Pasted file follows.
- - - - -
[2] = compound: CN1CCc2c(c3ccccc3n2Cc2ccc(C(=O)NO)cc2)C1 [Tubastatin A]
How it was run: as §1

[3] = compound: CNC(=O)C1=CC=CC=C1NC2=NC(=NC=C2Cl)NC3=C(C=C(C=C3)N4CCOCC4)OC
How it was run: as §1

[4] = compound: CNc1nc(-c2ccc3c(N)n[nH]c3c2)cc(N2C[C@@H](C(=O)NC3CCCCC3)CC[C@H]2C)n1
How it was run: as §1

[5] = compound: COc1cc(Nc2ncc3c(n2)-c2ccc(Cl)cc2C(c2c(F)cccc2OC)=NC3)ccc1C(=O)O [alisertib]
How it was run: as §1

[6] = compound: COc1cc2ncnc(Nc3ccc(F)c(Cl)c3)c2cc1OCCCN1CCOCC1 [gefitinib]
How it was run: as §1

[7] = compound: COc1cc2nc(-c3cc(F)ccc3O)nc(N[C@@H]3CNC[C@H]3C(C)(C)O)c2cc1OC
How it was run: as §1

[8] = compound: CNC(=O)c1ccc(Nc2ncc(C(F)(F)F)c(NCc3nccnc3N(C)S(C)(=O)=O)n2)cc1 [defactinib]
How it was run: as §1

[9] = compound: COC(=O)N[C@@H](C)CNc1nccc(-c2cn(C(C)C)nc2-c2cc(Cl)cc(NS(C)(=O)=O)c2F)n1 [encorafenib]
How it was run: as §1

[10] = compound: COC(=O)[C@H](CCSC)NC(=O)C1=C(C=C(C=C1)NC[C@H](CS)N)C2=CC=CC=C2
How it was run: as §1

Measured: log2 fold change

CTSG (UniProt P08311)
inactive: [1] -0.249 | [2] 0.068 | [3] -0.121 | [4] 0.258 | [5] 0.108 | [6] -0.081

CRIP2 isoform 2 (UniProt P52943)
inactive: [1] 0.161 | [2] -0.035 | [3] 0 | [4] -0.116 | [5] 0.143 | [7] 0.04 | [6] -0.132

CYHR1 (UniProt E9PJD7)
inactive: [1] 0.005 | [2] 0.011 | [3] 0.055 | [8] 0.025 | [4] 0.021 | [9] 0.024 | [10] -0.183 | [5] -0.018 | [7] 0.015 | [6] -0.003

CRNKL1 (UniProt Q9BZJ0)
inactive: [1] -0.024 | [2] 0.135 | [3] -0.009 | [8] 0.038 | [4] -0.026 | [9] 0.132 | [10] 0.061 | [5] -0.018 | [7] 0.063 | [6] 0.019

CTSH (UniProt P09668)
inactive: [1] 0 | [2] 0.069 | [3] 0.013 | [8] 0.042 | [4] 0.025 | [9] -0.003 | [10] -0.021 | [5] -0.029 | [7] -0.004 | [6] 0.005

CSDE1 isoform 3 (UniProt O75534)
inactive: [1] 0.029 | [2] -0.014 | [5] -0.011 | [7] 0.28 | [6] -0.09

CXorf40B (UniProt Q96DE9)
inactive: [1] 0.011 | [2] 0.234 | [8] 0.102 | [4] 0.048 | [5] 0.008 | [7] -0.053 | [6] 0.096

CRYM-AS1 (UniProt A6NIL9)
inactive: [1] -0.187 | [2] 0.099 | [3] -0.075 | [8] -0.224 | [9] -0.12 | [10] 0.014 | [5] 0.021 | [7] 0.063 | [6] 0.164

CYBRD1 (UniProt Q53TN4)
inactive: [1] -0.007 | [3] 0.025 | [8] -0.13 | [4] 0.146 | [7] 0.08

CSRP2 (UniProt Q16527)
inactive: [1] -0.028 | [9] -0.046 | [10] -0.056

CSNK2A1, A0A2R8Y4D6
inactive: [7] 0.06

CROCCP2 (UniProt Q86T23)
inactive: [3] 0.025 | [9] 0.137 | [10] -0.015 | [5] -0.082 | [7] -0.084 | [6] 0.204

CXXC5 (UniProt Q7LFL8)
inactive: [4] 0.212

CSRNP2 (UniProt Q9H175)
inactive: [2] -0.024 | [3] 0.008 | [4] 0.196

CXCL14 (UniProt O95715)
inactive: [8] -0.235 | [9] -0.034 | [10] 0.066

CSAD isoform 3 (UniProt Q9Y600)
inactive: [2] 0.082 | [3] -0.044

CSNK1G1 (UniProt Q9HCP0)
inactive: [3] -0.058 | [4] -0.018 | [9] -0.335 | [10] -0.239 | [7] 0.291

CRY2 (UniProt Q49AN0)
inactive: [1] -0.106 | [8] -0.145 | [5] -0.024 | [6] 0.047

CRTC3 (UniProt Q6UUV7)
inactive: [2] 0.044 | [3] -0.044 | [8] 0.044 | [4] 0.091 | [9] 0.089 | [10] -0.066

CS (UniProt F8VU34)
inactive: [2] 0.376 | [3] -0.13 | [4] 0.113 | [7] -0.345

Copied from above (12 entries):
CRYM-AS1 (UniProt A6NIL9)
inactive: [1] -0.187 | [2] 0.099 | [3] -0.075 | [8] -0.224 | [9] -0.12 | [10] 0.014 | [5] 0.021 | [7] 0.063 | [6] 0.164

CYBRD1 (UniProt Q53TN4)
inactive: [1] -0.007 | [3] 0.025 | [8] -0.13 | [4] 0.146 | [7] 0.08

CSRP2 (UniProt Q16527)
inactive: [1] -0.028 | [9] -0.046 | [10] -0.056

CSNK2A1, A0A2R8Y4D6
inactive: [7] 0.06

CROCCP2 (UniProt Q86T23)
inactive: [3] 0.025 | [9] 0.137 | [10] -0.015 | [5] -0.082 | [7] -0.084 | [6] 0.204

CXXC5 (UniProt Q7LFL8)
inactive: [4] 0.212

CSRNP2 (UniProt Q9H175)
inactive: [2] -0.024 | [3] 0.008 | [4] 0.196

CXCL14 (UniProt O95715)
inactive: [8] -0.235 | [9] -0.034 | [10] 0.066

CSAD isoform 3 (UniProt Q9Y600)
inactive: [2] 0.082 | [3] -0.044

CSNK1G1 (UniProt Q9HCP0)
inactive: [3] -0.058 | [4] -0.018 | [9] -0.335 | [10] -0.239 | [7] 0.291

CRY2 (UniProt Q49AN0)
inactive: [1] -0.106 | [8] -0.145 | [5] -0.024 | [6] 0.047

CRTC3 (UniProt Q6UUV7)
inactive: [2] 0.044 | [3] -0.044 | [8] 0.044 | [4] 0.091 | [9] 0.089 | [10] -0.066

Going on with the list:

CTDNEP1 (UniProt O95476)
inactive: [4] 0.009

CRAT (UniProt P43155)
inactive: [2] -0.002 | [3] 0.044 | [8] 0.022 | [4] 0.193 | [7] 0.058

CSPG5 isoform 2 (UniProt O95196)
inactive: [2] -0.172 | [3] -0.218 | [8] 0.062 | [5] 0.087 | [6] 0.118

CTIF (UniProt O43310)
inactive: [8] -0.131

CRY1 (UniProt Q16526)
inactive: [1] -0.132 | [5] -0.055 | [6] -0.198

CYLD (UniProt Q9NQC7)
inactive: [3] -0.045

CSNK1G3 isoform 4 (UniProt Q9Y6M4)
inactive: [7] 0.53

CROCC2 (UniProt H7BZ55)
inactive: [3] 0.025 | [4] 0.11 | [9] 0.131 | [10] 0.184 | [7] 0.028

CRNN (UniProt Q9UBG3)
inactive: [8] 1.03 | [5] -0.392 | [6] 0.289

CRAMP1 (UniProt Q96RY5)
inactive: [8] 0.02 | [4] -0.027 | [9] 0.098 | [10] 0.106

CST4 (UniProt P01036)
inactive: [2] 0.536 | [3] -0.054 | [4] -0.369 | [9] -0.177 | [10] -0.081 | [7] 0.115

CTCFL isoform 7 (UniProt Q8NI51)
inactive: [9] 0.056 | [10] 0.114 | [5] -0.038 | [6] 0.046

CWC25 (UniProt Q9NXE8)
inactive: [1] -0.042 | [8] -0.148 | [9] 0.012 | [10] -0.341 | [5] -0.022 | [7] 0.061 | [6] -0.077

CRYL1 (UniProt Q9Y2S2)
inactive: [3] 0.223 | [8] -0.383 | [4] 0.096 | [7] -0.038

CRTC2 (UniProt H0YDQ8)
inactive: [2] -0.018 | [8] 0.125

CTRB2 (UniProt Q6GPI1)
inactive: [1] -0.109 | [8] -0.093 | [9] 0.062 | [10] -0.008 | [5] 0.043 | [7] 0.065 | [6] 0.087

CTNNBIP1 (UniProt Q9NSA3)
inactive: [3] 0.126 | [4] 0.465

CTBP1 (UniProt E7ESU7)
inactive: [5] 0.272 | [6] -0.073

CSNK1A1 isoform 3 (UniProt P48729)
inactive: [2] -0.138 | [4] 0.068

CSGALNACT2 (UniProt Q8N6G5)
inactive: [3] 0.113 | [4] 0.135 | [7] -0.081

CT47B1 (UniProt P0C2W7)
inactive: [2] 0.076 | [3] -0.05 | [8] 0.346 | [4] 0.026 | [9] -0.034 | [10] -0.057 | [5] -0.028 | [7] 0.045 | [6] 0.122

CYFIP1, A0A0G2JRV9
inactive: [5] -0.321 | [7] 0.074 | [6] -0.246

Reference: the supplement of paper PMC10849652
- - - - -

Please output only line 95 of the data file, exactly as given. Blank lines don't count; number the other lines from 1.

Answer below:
inactive: [1] -0.132 | [5] -0.055 | [6] -0.198